Online Programs
  A virtual school in general refers to a program in which your child is at home, but takes courses over the Internet. These virtual schools offer online programs and often full curricula. They are usually administered by a public or private school. Thus, children enrolled in these programs are effectively enrolled in a school and skirt the definition of a homeschooled student. There are some controversies regarding these programs, but they do provide an alternative that is appropriate for some families. Learn more about how these programs work, what to expect, and how to get the most out of them.

Vocational Training
  Vocational training offers teenagers and yound adults the opportunity to learn a trade, often with on-the-job training.

Community Colleges
  Many community colleges around the country have opened their doors to homeschooled teenagers, giving them an opportunity to start their college careers early, to gain classroom experience and college credit, to challenge them with more difficult materials, and to expand their horizons. Many parents look to community colleges to provide instruction in materials that they are not well suited to teach themselves.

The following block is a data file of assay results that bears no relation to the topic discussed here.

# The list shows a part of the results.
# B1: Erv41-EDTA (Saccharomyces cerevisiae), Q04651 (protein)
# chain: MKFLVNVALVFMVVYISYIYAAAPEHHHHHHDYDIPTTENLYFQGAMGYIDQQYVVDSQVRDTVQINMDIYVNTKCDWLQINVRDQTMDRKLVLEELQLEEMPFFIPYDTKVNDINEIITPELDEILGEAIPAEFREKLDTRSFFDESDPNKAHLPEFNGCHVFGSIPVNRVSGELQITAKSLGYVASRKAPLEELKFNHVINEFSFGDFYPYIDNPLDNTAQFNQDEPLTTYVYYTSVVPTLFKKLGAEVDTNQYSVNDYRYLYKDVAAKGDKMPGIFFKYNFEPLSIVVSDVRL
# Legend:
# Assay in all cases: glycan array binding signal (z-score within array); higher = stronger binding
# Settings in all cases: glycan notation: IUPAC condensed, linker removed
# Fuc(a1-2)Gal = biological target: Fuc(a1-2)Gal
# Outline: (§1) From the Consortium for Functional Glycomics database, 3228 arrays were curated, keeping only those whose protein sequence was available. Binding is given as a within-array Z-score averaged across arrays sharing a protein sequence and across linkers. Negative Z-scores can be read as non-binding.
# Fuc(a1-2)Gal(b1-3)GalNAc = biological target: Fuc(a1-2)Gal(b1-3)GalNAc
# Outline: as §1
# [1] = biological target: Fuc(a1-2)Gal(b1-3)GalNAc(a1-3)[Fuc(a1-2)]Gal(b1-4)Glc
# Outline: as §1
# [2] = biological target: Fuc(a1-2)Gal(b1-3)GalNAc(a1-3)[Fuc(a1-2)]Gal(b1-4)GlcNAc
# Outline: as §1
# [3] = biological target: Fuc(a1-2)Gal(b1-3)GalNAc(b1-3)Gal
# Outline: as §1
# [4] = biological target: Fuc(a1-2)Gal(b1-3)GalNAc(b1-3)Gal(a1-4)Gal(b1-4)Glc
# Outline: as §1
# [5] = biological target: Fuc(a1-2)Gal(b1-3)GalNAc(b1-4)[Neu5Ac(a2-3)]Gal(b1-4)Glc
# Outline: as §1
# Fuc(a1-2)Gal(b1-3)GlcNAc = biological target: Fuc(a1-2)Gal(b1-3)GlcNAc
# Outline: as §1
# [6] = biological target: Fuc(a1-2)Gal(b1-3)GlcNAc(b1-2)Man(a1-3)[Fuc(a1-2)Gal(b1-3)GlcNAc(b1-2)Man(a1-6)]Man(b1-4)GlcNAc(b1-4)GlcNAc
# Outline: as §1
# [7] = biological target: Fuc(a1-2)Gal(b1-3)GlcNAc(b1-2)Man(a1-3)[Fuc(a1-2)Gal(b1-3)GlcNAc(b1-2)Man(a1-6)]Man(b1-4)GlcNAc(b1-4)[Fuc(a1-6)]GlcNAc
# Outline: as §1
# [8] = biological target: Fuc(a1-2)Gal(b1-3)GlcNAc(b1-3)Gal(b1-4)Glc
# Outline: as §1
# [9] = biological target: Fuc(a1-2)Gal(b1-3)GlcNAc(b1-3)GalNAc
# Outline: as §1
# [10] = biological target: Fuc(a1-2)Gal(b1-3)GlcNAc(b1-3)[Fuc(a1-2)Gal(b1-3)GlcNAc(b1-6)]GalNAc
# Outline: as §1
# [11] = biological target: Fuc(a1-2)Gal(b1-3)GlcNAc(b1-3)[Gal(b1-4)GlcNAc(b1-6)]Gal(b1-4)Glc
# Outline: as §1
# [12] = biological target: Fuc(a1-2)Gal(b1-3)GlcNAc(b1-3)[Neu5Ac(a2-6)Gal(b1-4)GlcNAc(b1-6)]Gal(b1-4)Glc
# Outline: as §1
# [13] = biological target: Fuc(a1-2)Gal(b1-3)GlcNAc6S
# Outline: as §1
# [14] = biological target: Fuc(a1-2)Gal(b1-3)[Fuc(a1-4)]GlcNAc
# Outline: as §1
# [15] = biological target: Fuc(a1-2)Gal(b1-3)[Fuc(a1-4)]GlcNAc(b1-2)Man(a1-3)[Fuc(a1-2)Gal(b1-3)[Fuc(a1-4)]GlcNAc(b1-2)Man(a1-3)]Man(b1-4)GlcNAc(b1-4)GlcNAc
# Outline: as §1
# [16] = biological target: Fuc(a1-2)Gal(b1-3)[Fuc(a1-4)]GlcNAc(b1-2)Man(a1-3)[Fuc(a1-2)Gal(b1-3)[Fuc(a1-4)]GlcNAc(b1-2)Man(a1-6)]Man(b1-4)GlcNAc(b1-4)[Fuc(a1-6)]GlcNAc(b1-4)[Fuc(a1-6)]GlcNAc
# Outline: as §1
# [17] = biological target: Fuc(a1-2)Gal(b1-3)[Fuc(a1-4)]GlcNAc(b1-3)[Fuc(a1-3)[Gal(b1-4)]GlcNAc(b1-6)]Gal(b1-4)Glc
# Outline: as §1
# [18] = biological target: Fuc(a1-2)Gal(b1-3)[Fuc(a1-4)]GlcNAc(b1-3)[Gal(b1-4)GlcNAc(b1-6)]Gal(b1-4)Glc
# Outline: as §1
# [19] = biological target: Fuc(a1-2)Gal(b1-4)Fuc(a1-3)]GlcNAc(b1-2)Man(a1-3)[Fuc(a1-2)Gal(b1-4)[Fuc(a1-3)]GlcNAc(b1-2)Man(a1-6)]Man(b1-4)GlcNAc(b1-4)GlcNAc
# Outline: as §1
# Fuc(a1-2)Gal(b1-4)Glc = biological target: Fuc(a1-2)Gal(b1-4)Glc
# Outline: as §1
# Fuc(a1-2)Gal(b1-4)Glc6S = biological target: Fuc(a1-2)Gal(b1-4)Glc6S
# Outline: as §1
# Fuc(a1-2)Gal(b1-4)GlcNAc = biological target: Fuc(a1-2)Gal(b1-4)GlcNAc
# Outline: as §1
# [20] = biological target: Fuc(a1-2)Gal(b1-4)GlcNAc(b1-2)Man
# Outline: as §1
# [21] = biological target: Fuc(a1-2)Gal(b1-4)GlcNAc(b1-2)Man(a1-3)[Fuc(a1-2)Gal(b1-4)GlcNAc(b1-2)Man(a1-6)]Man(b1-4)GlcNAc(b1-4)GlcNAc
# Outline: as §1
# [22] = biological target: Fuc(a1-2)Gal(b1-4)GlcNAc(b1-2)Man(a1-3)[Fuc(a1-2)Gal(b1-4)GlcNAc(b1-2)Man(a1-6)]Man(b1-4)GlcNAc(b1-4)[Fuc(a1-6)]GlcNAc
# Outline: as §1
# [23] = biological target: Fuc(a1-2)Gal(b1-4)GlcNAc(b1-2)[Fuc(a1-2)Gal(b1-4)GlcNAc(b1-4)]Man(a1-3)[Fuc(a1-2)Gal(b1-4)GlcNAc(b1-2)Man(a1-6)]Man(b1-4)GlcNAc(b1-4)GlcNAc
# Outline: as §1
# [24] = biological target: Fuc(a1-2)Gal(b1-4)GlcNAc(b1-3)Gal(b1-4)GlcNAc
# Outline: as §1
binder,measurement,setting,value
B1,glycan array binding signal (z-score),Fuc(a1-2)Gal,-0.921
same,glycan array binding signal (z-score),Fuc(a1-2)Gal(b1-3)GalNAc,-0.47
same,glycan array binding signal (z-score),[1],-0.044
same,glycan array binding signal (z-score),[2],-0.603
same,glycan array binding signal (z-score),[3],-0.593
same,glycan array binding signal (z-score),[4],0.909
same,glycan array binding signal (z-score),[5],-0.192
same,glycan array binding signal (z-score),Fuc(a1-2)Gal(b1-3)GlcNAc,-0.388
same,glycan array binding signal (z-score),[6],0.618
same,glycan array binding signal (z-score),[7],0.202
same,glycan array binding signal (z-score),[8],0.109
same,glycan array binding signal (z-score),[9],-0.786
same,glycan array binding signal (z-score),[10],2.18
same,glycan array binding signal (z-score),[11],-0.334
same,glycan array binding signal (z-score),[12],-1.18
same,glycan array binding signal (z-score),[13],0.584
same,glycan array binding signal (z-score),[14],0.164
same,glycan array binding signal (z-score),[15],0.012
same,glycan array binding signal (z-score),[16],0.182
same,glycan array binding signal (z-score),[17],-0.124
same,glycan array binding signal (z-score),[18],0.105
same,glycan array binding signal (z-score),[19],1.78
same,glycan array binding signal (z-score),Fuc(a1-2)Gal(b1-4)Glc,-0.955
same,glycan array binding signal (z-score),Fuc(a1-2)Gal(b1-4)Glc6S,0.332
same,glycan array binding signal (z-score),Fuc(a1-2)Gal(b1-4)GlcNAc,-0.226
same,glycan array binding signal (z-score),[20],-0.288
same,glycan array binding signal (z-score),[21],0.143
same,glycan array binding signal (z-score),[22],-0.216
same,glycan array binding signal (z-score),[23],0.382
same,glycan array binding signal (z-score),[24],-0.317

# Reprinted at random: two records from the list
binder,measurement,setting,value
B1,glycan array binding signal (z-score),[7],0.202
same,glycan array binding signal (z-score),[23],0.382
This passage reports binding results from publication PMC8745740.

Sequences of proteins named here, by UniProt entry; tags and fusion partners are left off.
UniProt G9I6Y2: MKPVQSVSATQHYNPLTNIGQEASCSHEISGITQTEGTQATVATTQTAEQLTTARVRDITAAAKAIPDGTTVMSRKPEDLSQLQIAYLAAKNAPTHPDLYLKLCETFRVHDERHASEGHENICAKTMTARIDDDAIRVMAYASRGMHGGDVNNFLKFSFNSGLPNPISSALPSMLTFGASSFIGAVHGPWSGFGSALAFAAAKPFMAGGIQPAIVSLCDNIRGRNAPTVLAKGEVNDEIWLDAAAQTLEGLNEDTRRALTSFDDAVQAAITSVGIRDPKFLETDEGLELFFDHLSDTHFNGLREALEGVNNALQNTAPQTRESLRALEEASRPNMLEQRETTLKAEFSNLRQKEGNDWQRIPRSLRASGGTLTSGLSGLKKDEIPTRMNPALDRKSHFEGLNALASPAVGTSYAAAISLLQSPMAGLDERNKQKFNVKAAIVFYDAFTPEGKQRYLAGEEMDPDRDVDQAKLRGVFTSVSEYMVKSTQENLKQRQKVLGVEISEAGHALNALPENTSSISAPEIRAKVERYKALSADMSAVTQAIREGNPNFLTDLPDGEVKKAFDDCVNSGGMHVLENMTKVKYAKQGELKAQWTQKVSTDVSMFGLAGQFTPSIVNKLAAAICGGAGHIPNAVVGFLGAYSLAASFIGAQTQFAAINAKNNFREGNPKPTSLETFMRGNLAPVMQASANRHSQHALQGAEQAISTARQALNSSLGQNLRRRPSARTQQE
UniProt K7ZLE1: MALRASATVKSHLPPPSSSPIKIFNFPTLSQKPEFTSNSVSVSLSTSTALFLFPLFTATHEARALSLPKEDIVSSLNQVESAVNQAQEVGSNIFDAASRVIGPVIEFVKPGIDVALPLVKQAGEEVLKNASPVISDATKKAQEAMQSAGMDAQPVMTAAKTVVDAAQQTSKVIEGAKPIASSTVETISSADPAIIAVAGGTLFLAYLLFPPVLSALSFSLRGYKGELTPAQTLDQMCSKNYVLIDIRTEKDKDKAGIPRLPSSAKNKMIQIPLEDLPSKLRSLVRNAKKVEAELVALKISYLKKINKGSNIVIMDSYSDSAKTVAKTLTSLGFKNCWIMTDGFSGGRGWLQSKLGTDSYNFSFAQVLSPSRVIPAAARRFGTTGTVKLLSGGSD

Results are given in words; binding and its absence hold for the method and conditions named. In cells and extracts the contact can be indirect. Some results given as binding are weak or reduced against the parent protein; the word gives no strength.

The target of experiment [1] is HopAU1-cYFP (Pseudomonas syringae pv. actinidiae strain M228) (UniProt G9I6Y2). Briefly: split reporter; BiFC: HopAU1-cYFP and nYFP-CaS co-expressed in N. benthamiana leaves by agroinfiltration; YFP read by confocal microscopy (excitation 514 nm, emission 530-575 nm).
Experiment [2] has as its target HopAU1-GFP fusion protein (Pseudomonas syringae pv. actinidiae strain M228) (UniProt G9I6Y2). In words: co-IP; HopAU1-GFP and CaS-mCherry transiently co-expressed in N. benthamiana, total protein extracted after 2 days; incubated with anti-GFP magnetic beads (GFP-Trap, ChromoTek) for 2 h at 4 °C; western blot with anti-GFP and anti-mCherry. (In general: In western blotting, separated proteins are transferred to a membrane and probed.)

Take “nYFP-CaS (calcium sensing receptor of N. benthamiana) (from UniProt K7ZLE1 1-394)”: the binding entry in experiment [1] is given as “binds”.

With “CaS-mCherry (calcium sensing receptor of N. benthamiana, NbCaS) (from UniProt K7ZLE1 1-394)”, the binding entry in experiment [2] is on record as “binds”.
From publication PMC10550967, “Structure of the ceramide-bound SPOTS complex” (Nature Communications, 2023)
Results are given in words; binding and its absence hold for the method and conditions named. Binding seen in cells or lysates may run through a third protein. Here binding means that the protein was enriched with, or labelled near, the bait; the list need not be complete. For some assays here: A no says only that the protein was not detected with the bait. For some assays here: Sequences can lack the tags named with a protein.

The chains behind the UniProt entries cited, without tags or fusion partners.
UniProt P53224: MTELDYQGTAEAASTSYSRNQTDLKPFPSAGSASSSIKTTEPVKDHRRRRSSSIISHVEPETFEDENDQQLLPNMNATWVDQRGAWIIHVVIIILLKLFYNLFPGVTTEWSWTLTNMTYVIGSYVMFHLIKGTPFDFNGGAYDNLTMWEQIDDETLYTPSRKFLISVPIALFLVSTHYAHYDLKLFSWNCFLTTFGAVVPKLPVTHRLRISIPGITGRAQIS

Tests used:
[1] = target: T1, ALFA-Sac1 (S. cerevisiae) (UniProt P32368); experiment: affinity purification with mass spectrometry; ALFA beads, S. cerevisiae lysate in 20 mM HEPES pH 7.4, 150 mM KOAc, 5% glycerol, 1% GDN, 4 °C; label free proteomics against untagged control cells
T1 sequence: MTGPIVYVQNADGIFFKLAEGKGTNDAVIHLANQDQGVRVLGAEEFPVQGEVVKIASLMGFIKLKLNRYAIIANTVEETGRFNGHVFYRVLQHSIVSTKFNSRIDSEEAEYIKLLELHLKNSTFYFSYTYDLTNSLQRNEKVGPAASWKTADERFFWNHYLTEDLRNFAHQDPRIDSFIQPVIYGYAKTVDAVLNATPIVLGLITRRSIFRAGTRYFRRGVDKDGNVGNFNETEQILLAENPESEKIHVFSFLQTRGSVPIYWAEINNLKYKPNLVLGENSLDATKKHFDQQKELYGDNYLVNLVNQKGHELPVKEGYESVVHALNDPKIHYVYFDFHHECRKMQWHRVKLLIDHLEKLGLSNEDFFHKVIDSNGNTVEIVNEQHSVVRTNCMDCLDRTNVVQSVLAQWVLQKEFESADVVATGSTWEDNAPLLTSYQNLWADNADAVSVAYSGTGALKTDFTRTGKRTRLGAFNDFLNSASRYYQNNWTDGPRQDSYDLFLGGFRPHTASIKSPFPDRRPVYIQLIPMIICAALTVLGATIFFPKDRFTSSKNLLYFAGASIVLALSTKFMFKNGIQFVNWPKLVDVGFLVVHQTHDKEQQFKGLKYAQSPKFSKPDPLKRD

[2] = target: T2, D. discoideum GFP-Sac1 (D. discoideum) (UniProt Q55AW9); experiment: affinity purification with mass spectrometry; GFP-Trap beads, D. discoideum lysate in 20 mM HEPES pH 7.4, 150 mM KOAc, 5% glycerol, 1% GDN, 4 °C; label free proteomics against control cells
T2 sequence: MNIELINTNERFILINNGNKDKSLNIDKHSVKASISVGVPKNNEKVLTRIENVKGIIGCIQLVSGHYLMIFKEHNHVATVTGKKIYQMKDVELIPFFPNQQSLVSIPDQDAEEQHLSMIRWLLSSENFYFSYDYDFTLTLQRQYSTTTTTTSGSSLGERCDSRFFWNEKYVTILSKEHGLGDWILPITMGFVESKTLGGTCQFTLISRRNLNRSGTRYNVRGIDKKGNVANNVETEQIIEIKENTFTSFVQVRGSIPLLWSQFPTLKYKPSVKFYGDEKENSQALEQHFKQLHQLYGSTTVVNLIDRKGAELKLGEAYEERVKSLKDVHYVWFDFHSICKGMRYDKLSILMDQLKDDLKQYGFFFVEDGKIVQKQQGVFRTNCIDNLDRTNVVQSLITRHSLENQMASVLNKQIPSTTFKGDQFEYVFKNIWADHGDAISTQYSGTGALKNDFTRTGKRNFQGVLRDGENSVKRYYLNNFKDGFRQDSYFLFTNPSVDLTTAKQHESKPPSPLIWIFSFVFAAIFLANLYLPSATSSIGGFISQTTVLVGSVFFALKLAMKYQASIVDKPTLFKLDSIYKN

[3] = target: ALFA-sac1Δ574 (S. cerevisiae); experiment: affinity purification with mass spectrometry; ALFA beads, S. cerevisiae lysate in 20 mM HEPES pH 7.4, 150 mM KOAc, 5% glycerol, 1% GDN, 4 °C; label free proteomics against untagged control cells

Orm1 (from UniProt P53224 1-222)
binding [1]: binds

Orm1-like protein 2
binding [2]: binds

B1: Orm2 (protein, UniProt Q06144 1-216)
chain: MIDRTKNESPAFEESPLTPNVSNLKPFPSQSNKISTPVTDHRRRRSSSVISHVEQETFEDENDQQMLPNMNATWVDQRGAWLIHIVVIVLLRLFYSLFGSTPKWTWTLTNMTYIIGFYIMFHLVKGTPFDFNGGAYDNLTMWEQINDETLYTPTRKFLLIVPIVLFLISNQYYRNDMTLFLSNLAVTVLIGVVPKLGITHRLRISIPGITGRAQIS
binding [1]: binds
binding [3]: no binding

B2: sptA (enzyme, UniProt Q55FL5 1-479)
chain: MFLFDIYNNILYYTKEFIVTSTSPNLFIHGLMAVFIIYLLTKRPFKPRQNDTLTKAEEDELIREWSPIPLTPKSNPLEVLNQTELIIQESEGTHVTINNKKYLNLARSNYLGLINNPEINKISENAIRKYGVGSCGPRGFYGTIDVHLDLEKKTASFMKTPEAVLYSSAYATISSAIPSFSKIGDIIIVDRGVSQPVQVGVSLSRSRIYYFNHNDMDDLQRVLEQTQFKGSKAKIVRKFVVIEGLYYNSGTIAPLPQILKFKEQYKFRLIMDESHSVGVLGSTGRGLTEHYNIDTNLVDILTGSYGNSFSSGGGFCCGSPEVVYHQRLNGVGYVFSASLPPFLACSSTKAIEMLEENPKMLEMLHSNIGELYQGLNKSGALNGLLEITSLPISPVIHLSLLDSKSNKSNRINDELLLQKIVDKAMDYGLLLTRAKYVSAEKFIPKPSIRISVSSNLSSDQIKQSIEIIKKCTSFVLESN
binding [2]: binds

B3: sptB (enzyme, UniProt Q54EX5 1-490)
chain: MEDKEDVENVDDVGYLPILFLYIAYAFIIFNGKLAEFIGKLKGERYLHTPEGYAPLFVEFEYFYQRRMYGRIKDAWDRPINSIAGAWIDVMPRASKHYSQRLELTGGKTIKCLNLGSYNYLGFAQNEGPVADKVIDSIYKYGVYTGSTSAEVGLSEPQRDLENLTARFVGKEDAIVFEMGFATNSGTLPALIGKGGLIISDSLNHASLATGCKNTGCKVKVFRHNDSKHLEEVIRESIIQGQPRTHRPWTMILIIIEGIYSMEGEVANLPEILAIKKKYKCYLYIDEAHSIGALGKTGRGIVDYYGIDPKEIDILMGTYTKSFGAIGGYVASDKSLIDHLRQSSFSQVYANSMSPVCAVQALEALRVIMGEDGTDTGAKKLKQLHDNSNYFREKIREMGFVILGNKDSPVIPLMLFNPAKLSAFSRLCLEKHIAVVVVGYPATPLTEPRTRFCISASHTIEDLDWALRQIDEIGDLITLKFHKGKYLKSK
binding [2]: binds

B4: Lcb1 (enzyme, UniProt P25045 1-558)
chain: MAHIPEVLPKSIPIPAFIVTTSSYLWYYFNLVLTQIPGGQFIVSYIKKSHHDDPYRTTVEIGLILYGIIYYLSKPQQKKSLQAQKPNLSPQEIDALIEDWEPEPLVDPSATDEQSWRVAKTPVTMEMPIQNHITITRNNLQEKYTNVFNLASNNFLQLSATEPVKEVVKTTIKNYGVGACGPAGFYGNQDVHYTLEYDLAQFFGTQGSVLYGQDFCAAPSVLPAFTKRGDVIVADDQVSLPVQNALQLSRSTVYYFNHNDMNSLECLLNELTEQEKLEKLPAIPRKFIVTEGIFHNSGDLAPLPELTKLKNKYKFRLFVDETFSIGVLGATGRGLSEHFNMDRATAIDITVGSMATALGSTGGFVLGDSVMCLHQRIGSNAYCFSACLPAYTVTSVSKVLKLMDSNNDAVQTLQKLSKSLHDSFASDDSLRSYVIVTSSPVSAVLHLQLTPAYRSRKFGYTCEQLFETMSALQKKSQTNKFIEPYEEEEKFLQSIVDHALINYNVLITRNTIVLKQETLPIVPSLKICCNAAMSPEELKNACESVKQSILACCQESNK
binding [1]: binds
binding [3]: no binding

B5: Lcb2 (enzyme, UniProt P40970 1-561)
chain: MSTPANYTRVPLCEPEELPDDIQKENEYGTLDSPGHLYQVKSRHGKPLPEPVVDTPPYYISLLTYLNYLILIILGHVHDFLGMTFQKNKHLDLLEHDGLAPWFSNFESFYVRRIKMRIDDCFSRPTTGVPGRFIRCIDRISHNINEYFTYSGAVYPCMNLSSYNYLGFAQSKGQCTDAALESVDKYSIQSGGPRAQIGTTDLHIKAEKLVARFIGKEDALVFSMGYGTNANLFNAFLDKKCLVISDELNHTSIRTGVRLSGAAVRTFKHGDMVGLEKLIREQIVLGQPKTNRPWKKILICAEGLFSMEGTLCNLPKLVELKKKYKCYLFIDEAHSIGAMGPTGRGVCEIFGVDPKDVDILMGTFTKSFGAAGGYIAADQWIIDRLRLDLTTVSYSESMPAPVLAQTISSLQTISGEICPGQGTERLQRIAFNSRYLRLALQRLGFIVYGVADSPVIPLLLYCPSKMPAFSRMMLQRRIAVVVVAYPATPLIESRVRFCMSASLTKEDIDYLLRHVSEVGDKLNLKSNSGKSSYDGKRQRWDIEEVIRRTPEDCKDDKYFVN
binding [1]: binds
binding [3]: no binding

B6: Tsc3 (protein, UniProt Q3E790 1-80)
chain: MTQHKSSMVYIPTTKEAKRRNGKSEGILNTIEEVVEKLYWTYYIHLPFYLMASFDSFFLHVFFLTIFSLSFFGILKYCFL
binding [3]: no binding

Featured Articles & Links Back to Top
Waldorf in the Home
Waldorf in the Home is a blog written by Rahima Baldwin Dancy and Cynthia Aldinger (along with guest writers) for Waldorf parents, home schooling families and anyone interested in the LifeWays approach to parenting and childcare.
Waldorf Without Walls
Waldorf Without Walls provides resources, publications, a newsletter, and consulting services for families that are educating at home using a Waldorf approach.
K12
Founded in 1999 by William J. Bennett, along with other leaders, K12 offers a traditional program of learning using online technology and traditional content. Many states are offering the K12 program through Virtual Acadamies, with programs that are free of charge to participating families.
The Lost Tools of Learning
Dorothy Sayers
Is not the great defect of our education today that although we often succeed in teaching our pupils "subjects," we fail lamentably on the whole in teaching them how to think: they learn everything, except the art of learning. Dorothy Sayers authored this essay in 1947, discussing a classical approach to education, with the recommendation to adopt a modified version of the medieval scholastic curriculum.
Unschooling or Homeschooling?
Billy Greer
What is the difference between unschooling and homeschooling? At one time they were just two terms for the same thing, so the question was like asking what the difference is between a car and an automobile. Today, homeschooling has remained a generic term while unschooling has come to refer to a specific type of homeschooling. So now the question is like asking what the difference is between a Ferrari and a car. Just what is it about unschooling that differentiates it from other types of homeschooling enough to warrant its own term?